Wales boss Warren Gatland believes that group rivals England are faced with a number of questions that need answering as they head into a World Cup on home soil.
Wales, England, Australia, Fiji and Uruguay will contest the tournament’s so-called ‘pool of death,’ with only two quarter-final places available.
And while Wales possibly start as third favourites to reach the last-eight, Gatland is undeterred by a critical Twickenham summit with England on September 26.
“We are much more settled,” Gatland said, after naming a 31-man World Cup squad that includes England-based trio Matthew Morgan, Tomas Francis and Dominic Day
.“England have got the problem of which way they want to play and who they want to play.
“Who are they going to play at nine and 10? Who are they going to play in midfield? What is the make-up of their back-row? They need (Geoff) Parling to call their lineouts — who is his partner and who comes off the bench?
“We are a little bit more settled and more comfortable with the experience and combinations that we’ve got.
“Obviously they (England) have got some world-class players and the depth that I would love to have, but they are not 100 per cent sure of where they are going.
“It’s a toss of a coin, isn’t it? There’s a bit of respect between the two teams, and on the day we are both capable of beating each other.
“As a coach, I’ve had some great success at Twickenham. I think it’s a great stadium and I love going there. It’s been lucky for me, and may it continue to be so.”
Gatland’s squad contains five locks, with one of those — 90 times-capped Alun-Wyn Jones currently suffering from a medial knee ligament strain — while only two hookers have been selected in Scott Baldwin and Ken Owens, with Kristian Dacey missing out.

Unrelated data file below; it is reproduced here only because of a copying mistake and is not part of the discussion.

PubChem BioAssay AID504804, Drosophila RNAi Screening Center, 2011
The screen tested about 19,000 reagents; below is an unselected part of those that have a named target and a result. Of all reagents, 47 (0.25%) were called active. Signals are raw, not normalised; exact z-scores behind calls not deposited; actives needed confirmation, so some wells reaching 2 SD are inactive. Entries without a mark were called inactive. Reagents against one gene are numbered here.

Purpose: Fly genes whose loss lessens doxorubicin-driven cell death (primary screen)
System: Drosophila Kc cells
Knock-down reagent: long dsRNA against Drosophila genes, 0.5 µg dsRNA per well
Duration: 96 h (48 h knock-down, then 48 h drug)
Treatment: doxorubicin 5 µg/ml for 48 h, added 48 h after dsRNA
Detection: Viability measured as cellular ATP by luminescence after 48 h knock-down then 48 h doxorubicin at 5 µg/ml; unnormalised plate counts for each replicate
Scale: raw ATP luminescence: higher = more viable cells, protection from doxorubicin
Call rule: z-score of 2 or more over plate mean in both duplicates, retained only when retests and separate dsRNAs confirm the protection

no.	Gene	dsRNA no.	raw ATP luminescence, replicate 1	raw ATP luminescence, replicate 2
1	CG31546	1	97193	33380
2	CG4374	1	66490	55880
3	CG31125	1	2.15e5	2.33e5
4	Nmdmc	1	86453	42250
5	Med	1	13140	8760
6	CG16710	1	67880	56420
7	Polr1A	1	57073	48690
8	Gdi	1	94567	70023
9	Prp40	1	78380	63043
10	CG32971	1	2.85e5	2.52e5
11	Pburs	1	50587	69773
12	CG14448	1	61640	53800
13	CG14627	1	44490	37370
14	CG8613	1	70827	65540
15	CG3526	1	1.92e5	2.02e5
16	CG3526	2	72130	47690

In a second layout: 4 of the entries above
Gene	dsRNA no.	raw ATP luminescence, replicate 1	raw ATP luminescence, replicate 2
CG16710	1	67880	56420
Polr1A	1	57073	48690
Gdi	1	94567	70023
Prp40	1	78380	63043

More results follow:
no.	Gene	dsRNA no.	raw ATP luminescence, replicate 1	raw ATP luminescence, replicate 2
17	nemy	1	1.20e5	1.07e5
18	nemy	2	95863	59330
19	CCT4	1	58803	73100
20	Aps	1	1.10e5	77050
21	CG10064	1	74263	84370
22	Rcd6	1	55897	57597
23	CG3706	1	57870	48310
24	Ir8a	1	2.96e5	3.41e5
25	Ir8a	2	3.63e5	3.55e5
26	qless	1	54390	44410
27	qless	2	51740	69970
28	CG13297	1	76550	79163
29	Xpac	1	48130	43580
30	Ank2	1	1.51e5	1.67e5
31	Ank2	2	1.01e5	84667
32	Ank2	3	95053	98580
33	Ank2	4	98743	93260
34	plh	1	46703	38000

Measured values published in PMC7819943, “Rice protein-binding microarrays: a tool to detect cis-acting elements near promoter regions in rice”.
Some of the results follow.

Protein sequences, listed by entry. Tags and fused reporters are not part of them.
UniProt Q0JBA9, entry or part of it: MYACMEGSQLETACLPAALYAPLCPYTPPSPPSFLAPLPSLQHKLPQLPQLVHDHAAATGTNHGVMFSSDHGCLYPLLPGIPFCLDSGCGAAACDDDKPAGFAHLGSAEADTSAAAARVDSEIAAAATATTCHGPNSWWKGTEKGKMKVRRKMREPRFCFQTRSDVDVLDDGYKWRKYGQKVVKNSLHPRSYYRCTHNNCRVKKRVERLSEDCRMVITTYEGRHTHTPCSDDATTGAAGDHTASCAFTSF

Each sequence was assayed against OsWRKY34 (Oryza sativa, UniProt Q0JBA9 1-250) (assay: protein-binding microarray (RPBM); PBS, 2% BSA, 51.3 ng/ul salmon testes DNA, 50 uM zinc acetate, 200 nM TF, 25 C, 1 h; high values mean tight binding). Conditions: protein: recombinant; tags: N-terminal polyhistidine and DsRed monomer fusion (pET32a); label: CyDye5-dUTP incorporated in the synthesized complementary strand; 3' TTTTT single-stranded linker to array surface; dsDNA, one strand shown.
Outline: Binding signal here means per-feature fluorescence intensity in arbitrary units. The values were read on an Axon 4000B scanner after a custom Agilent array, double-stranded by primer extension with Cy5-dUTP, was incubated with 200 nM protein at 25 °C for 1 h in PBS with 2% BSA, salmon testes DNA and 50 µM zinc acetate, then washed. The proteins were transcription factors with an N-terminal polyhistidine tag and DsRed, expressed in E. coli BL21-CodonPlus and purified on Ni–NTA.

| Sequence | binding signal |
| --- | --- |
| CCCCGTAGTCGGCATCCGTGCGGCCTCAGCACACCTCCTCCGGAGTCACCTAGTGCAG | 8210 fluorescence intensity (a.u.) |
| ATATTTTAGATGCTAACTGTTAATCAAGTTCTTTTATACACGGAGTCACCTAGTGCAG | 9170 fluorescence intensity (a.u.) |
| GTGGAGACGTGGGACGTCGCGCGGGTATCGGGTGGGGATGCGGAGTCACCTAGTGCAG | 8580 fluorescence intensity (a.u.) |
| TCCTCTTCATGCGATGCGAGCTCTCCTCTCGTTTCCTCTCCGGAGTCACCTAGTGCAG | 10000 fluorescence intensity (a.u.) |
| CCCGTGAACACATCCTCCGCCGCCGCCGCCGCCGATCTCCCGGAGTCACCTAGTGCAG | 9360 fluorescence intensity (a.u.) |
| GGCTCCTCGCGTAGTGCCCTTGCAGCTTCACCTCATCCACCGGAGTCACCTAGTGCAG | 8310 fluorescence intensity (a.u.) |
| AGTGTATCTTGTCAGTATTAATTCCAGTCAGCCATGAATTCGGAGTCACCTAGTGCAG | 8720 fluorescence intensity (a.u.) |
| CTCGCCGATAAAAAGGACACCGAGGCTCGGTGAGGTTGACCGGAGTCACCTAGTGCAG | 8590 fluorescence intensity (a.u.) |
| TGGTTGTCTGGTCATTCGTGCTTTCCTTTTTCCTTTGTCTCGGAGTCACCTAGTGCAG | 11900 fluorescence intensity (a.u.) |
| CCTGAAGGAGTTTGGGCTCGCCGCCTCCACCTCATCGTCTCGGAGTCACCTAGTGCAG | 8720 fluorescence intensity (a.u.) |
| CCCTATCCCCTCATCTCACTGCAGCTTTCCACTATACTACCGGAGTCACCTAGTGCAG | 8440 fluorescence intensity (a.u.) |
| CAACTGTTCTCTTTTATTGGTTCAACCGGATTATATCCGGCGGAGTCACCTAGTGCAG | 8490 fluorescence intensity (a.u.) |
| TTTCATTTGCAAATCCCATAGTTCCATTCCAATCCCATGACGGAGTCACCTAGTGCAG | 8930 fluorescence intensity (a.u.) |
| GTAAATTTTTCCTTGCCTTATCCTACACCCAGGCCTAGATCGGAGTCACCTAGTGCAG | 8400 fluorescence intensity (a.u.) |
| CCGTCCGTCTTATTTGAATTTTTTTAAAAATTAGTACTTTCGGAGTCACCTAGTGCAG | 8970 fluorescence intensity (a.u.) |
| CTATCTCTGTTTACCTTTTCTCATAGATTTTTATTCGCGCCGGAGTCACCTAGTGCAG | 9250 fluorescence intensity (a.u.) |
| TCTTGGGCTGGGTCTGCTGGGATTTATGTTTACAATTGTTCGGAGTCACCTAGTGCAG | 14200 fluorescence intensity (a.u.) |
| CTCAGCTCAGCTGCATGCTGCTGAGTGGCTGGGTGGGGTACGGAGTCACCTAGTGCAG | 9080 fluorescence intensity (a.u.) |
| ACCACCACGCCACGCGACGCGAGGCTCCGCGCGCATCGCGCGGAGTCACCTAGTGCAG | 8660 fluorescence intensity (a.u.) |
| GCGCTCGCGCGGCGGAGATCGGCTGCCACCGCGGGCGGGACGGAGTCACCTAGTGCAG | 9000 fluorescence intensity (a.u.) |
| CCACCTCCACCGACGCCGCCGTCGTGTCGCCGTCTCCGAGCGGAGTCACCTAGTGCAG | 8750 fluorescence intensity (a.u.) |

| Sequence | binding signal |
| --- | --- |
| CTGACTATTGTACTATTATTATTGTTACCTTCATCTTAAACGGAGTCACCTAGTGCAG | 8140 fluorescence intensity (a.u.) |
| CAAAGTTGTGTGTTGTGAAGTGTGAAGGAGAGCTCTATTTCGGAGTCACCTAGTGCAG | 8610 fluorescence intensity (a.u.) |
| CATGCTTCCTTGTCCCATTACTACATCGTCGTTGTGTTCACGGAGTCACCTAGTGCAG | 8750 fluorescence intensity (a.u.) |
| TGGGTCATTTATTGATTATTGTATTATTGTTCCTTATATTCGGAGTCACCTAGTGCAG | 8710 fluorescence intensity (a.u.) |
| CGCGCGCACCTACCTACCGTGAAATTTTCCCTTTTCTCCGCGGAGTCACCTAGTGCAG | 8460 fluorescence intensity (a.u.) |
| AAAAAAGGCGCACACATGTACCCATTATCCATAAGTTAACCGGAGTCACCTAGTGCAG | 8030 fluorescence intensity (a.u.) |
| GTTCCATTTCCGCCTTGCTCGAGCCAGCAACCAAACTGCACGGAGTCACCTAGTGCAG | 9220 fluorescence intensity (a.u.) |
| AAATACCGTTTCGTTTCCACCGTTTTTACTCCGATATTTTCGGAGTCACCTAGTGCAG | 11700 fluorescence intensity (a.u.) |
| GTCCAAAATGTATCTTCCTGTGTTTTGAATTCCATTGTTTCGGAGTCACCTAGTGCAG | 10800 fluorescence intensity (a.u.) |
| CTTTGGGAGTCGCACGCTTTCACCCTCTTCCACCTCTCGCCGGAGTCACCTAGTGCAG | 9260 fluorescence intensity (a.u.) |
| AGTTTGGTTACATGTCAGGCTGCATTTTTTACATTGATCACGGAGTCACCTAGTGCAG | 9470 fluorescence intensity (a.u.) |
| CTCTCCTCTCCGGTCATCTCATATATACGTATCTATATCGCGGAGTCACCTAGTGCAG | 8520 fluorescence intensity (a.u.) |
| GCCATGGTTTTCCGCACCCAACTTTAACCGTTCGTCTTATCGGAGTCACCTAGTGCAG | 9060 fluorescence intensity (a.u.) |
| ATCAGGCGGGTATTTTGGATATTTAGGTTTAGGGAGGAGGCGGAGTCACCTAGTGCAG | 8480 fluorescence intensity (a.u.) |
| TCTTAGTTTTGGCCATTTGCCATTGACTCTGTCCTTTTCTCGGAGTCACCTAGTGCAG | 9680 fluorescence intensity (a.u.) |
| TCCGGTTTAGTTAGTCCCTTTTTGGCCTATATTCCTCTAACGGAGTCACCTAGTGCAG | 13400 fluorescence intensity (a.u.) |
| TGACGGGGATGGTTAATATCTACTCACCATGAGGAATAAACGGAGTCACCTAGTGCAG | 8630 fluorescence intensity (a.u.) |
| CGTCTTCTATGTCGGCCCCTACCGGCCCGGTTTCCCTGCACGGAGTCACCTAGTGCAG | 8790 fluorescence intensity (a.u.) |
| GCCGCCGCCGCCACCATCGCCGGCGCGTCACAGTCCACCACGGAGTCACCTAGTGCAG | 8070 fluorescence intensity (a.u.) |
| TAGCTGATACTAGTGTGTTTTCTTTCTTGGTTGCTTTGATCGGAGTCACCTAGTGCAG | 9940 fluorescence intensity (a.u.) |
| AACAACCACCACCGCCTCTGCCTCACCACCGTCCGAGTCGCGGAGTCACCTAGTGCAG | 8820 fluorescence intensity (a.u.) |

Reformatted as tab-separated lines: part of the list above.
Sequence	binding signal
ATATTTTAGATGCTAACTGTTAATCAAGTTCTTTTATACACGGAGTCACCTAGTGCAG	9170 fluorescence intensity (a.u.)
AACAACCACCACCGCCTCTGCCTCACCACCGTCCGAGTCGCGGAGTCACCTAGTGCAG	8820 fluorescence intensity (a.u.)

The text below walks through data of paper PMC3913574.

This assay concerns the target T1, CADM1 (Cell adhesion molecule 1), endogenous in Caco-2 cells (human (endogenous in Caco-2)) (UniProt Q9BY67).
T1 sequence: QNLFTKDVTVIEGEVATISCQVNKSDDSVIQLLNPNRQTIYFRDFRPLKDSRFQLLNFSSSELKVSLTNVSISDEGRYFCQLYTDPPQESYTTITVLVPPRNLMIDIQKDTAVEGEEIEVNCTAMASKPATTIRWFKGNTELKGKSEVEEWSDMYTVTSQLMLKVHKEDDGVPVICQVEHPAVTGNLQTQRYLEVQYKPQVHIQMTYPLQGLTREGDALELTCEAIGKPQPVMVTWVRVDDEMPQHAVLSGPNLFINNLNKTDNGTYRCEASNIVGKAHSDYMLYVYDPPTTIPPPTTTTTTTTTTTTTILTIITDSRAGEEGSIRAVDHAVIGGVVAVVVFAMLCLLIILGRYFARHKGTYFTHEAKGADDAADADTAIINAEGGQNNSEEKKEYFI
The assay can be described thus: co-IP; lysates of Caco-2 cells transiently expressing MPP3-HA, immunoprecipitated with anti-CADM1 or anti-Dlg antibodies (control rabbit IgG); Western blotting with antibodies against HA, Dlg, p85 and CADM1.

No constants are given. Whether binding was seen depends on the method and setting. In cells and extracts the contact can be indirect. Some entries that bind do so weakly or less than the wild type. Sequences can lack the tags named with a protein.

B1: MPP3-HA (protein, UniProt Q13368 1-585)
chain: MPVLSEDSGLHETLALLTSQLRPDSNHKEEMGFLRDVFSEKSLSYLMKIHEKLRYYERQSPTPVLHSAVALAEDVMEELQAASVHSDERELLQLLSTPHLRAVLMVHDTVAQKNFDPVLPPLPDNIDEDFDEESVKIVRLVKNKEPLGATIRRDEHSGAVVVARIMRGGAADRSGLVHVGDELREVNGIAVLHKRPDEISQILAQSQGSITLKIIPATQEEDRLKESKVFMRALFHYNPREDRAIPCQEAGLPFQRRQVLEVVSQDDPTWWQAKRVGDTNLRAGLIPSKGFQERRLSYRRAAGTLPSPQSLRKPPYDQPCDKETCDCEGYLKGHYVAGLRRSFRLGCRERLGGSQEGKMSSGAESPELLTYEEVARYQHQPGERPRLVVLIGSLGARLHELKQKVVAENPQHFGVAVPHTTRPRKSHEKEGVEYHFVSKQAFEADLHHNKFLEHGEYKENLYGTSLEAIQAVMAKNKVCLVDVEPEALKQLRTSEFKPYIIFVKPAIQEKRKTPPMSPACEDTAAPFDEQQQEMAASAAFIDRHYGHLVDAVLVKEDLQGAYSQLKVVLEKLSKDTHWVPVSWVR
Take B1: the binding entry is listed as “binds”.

Gatland has also gone with wing Liam Williams, who has not yet recovered from a foot injury, and prop Samson Lee, who suffered an Achilles tendon injury last March.
The seven players cut from Gatland’s 38-man training group are Dacey, flanker Ross Moriarty, whose father Paul and uncle Richard played for Wales at the 1987 World Cup, Ospreys wing Eli Walker, Dragons centre Tyler Morgan, Cardiff Blues fly-half Gareth Anscombe, who is currently nursing an ankle injury, Blues prop Scott Andrews and Scarlets prop Rob Evans.
“The ones (players) who missed out were spoken to this morning. It’s not easy. We will sit down with them now and do some one on ones with them,” he said.
“It’s the hardest thing as a coach. We spoke to a group of senior players and asked how they wanted it to be done.”
Meanwhile Scotland wing Sean Lamont is comfortable he does all he can to earn selection for a third World Cup – but he will not take inclusion for granted.
Lamont could not have had a better weekend ahead of Vern Cotter’s announcement of his final squad this afternoon. The 34-year-old scored two tries as Scotland thrashed Italy 48-7 at Murrayfield to further boost his hopes of being in the 31-man pool. But Lamont left Murrayfield eager to spend some time with his family trying not to think about Cotter’s next move, while relaxed about the fact he has done what he can to add to his 96 caps in England .
Lamont played in all three warm-up games and was heavily involved in Scotland’s two tries in Dublin, and looks to have done enough.
“I would like to think so, however, I have said it before, I don’t take anything for granted anymore,” the Glasgow wing said. “That’s where complacency comes in. The way I see it, I’ve done as much as I can. The power is now in other people’s hands.
“It’s down to the boss, what he decides. I’ve done as much as I can and if that’s not enough for him, then so be it. It’s what is right for Scotland. That’s all I care about.”
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